I think one of the largest misconceptions people have about long term travel is that it is basically an extended vacation. I get it - I had this misconception before I went on my first backpacking trip. However, 3 weeks into my trip I woke up in my hostel in Belgium and realized... this is no trip, this is just my life at the moment.
The sightseeing, exploring and adventuring is a lot like vacation,but the budgeting and saving is not. Easily, the hardest part about sticking to your budget while backpacking is that temptation is everywhere. Restaurants, bars, pub crawls, gifts, excurions... I could write this list all day.
I wrote a post on how to pick a budget for your trip - that is the first step. If you have your budget, that is great! Your first step is complete. Now, how do you stick to this budget while also trying to make the most of your trip?
Well, it ain't easy. Below is a list of 15 tips that helped gain control of my spending while traveling.....
15 TIPS FOR STICKING TO YOUR BUDGET WHILE TRAVELING....
1. PICK AN AMOUNT... AND STICK TO IT
Once your daily number has been determined, be strict with yourself. If you can't manage to stay under you daily spending cap, your trip is doomed. Sticking to a budget may mean making hard choices (like leaving the bar after one drink). That being said, if there is something you really want to do and you have already spent your daily budget....
2. MAKE UP FOR GOING OVER BUDGET
No one is perfect when it comes to staying under budget while traveling - new and exciting temptations are too frequent. I remember Jane and I dumping our coin purses onto a bar in Belgium, counting our coins to see if we could afford another drink... and then remembering we had our debit cards and purchasing more beer (because, culture).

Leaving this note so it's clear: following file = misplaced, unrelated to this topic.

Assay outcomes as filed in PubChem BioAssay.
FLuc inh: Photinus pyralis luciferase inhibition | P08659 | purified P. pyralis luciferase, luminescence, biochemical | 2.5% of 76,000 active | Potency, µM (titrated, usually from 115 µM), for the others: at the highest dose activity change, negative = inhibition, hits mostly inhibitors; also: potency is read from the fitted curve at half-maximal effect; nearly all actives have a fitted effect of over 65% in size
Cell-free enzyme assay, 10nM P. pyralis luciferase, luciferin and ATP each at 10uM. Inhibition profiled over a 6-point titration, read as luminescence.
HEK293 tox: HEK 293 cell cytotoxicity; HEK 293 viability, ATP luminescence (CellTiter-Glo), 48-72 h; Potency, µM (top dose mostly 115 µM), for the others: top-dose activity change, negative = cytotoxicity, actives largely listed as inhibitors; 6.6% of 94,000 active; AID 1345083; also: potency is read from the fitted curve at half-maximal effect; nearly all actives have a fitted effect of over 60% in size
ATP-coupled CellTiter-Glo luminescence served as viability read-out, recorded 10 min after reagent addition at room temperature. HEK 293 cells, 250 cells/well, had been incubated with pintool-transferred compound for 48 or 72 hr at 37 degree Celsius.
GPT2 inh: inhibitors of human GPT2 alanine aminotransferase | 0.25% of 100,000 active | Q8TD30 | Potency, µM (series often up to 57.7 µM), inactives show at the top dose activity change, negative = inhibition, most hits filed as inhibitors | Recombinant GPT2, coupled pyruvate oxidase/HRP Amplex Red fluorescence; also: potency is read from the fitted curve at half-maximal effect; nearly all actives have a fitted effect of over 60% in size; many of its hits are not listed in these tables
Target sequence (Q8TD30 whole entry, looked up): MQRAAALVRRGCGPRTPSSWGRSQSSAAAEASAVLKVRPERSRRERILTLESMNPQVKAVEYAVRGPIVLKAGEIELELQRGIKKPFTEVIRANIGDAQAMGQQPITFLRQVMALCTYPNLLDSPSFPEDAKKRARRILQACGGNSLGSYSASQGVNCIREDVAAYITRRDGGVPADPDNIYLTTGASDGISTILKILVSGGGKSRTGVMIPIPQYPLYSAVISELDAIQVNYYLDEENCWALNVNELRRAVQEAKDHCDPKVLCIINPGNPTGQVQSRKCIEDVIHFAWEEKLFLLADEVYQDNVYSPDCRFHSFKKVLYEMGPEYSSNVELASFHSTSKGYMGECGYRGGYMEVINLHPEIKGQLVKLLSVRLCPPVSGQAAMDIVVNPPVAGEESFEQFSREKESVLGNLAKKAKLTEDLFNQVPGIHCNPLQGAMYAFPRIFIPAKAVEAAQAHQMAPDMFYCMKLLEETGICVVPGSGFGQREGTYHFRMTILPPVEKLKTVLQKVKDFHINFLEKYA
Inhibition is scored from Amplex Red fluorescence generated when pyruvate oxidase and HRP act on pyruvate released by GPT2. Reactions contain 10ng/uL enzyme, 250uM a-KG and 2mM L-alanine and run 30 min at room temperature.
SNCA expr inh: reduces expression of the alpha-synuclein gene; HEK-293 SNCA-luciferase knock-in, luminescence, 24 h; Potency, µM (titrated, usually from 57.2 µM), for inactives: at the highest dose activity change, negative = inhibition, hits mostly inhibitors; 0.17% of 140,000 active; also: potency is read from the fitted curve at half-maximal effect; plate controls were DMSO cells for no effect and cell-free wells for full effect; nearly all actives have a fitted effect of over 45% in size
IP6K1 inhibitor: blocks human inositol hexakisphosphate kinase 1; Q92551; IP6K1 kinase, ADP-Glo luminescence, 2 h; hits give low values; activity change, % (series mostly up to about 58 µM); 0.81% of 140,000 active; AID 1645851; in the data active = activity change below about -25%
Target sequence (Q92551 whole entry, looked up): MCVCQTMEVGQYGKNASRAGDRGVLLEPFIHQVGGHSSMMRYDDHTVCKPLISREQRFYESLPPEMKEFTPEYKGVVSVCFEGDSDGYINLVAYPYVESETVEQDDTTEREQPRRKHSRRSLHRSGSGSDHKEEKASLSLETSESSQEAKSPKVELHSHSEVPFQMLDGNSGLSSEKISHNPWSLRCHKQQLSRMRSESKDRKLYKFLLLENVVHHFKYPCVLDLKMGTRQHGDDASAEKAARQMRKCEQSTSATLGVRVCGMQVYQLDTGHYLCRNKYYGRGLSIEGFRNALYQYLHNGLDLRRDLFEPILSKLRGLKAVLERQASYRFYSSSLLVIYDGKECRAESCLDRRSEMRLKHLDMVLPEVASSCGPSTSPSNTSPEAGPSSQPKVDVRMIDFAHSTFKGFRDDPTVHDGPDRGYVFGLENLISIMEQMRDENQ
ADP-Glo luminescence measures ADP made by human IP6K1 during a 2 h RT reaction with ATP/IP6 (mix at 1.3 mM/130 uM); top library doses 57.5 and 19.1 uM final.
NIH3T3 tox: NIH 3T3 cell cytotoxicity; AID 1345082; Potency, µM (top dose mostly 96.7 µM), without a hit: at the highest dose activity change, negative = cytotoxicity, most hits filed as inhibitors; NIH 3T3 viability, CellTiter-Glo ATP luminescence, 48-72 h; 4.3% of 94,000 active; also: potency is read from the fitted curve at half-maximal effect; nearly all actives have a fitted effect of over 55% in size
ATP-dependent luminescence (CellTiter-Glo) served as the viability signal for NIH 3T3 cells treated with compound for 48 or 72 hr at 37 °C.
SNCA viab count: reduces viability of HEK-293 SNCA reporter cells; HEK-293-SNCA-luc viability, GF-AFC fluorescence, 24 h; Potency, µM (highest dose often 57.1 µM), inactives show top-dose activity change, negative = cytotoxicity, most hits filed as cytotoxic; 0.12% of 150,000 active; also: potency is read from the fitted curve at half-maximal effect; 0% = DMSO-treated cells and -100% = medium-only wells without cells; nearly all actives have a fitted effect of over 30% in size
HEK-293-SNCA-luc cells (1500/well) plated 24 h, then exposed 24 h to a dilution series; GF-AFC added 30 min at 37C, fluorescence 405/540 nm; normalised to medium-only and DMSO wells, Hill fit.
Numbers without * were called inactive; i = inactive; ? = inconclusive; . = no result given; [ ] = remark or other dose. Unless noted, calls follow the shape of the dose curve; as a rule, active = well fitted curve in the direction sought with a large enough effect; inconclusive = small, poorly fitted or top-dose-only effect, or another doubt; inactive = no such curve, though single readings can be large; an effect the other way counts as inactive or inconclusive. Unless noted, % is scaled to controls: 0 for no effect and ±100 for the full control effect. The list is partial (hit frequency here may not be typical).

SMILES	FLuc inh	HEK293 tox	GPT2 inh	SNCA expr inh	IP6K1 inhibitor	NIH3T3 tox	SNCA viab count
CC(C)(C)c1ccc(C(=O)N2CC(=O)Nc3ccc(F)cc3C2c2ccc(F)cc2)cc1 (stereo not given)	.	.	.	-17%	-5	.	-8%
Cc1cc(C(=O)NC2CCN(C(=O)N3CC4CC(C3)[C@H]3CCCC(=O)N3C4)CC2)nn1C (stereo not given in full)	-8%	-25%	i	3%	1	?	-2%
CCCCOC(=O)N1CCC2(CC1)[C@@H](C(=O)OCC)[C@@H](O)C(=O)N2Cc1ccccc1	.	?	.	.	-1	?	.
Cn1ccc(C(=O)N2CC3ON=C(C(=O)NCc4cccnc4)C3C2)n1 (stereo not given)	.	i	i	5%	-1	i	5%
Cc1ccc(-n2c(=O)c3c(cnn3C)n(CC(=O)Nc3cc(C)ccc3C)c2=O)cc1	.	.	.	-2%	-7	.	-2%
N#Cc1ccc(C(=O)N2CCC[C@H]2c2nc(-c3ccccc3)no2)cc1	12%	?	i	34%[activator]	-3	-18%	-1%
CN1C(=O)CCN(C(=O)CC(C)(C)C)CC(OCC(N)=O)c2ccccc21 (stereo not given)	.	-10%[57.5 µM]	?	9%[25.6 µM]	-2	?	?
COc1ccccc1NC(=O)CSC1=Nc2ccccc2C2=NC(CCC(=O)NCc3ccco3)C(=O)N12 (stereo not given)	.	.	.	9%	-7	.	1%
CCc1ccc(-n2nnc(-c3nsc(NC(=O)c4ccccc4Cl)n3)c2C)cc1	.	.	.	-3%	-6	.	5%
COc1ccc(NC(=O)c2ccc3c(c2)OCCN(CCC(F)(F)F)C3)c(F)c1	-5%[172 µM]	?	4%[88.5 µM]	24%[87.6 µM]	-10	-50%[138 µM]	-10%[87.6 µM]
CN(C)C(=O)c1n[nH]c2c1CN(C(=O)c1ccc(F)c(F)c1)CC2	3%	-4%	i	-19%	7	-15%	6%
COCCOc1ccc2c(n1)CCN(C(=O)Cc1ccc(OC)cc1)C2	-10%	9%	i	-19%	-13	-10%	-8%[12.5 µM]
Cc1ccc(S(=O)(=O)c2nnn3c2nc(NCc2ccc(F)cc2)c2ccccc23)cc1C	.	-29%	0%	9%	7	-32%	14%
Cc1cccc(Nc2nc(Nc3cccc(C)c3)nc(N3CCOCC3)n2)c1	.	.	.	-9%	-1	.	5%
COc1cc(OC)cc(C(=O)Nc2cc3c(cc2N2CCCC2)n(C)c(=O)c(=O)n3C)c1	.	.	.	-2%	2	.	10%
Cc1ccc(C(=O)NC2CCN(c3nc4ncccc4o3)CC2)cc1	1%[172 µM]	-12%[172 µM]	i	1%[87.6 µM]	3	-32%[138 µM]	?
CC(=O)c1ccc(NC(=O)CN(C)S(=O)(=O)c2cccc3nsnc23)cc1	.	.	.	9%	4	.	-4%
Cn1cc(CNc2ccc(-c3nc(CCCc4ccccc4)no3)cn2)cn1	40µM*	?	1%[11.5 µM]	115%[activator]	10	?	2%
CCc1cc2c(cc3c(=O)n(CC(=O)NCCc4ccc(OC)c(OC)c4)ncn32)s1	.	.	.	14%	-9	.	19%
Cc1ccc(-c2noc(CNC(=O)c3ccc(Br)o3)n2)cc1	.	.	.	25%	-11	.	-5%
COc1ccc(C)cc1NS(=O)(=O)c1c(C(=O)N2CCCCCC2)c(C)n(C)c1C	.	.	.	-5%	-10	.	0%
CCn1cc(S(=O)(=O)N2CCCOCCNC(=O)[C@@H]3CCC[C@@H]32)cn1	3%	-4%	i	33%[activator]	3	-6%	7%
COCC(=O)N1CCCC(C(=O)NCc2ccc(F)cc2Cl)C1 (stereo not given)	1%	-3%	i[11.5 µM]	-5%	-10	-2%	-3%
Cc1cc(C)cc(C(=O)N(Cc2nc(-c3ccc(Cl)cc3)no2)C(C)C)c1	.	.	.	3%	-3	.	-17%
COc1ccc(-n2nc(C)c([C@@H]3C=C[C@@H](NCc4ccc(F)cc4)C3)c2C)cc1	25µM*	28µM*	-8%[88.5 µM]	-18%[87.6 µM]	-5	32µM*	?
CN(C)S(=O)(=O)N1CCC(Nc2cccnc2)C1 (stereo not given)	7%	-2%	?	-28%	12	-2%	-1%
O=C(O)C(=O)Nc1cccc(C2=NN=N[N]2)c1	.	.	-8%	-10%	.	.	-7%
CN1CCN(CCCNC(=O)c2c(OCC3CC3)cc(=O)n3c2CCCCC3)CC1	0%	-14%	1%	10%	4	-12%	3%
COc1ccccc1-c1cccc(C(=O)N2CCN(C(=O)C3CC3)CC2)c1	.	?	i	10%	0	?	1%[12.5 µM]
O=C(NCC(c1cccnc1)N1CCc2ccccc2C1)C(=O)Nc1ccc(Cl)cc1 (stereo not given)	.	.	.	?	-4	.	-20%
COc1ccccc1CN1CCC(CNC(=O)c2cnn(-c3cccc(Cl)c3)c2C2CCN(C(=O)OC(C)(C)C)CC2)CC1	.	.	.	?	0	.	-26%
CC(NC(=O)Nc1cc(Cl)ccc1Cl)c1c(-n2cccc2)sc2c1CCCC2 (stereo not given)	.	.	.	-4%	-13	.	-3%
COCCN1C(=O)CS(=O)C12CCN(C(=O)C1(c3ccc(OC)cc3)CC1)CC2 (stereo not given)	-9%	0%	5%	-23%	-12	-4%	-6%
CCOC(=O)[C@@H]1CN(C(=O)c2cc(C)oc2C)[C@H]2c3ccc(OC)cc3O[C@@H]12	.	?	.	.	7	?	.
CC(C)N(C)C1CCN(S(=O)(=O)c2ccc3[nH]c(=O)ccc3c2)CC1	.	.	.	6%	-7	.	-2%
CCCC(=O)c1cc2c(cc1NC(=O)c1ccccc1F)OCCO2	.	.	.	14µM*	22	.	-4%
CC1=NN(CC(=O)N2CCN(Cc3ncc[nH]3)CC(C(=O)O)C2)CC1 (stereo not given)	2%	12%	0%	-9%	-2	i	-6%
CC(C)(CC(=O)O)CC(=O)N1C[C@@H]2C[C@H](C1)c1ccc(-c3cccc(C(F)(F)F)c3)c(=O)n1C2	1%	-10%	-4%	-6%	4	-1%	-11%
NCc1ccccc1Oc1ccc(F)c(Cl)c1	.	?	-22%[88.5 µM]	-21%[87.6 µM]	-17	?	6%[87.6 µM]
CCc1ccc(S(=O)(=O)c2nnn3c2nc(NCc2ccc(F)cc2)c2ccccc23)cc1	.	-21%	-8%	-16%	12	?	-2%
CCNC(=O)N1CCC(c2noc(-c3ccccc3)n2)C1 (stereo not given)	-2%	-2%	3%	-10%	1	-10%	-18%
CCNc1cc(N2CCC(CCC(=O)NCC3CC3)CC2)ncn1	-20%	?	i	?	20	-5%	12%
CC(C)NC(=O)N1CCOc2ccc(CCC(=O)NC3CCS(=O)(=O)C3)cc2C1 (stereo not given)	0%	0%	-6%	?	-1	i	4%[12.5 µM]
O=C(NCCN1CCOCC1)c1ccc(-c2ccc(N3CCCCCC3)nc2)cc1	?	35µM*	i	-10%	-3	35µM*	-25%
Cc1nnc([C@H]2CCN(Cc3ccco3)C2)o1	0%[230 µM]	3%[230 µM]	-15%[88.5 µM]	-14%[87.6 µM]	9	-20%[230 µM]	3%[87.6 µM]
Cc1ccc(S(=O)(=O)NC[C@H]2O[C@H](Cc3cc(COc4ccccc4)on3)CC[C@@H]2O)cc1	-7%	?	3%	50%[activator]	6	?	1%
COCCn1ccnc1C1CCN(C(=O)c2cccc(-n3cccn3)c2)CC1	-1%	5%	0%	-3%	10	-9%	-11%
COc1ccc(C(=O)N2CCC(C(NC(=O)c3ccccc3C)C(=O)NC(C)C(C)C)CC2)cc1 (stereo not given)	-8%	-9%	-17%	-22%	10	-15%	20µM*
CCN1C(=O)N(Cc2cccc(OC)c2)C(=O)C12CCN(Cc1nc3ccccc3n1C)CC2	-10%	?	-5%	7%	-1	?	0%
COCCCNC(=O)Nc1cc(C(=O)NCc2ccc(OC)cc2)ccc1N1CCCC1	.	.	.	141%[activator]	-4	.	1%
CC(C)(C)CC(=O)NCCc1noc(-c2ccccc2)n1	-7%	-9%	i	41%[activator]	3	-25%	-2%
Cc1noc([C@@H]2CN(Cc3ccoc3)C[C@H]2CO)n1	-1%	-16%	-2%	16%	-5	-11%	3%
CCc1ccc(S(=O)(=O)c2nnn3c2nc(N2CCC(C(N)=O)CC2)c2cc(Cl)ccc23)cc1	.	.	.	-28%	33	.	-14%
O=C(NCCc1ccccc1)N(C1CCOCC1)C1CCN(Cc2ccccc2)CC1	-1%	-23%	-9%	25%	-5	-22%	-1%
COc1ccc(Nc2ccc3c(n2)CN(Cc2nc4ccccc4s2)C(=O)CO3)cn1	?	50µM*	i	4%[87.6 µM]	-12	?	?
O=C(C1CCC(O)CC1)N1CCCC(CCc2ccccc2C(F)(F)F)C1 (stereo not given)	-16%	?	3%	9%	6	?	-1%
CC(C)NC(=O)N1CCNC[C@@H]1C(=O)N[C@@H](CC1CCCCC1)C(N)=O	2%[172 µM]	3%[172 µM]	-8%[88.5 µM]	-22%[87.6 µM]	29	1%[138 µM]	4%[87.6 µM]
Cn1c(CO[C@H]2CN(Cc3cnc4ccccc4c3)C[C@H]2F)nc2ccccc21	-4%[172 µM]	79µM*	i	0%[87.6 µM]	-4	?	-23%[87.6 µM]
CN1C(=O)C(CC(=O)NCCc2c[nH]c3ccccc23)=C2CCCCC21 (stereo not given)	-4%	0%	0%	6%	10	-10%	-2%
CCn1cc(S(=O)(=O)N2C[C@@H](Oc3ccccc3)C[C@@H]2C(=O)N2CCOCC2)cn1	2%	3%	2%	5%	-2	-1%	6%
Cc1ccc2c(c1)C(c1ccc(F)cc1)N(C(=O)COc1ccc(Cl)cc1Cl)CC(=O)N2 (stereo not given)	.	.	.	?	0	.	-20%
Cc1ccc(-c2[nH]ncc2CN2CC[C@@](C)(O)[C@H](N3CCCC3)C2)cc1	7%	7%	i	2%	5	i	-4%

When you overspend one day, underspend that amount the next. Ta da! You are back on track. It is that simple. Don't let this become a habit (or you will build up a large personal debt). Watch me day-by-day budget my Southeast Asia backpacking trip here!
However, if your budget constraints consistently don't appear to be working, don't be afraid to.....
3. REWORK YOUR SYSTEM
If you're consistently going over (or under) budget, don't be afraid to rework your system. See what you can cut out to spend money elsewhere. Perhaps even cut your entire trip short to enjoy yourself more while you are there. Be aware of your habits.
4. USE YOUR FEET
When you are only spending $50 (or whatever) a day, costs that appear inconsequential add up fast. Metro, buses, trains, and especially cabs, build up quite a tab. Assuming you are physically able to, walk everywhere. Even if it takes an hour or two to get somewhere, what else do you have to do? Plus, it is the best way to see the city. Isn't that the point of visiting? You'll be surprised how short a 45 minute walk feels in a new and bustling city. Allow transit systems to be a treat (lol....).
5. CARRY CASH
For sticking to a budget, this is my number one tip. Find a card that doesn't have ATM fees, and withdraw your daily budget every morning.
When you physically don't have the money, you can't go over budget. Plus there is something about holding the money that makes you smarter about spending it. Spending cash over using a card is a habit I practice outside of travel to stay on budget.
6. FIND LITTLE INDULGENCES
Jane and I would split a bar of chocolate every couple of days and treat ourselves to a piece when we felt sluggish. This was a little indulgence that didn't cost much, but made us feel spoiled and happy. Find indulgences that you can afford that make you happy.
7. BUY GROCERIES
Eating out is a large part of travel, and very important when getting to know a new culture - I will never deny that. That being said, if your hostel has a kitchen, cooking for yourself will save you a lot a money. As with most areas of life, balance is key. When you buy groceries for 4 days, you can split their cost over the days you are using them. This can save you a lot of money, especially for breakfast and lunch.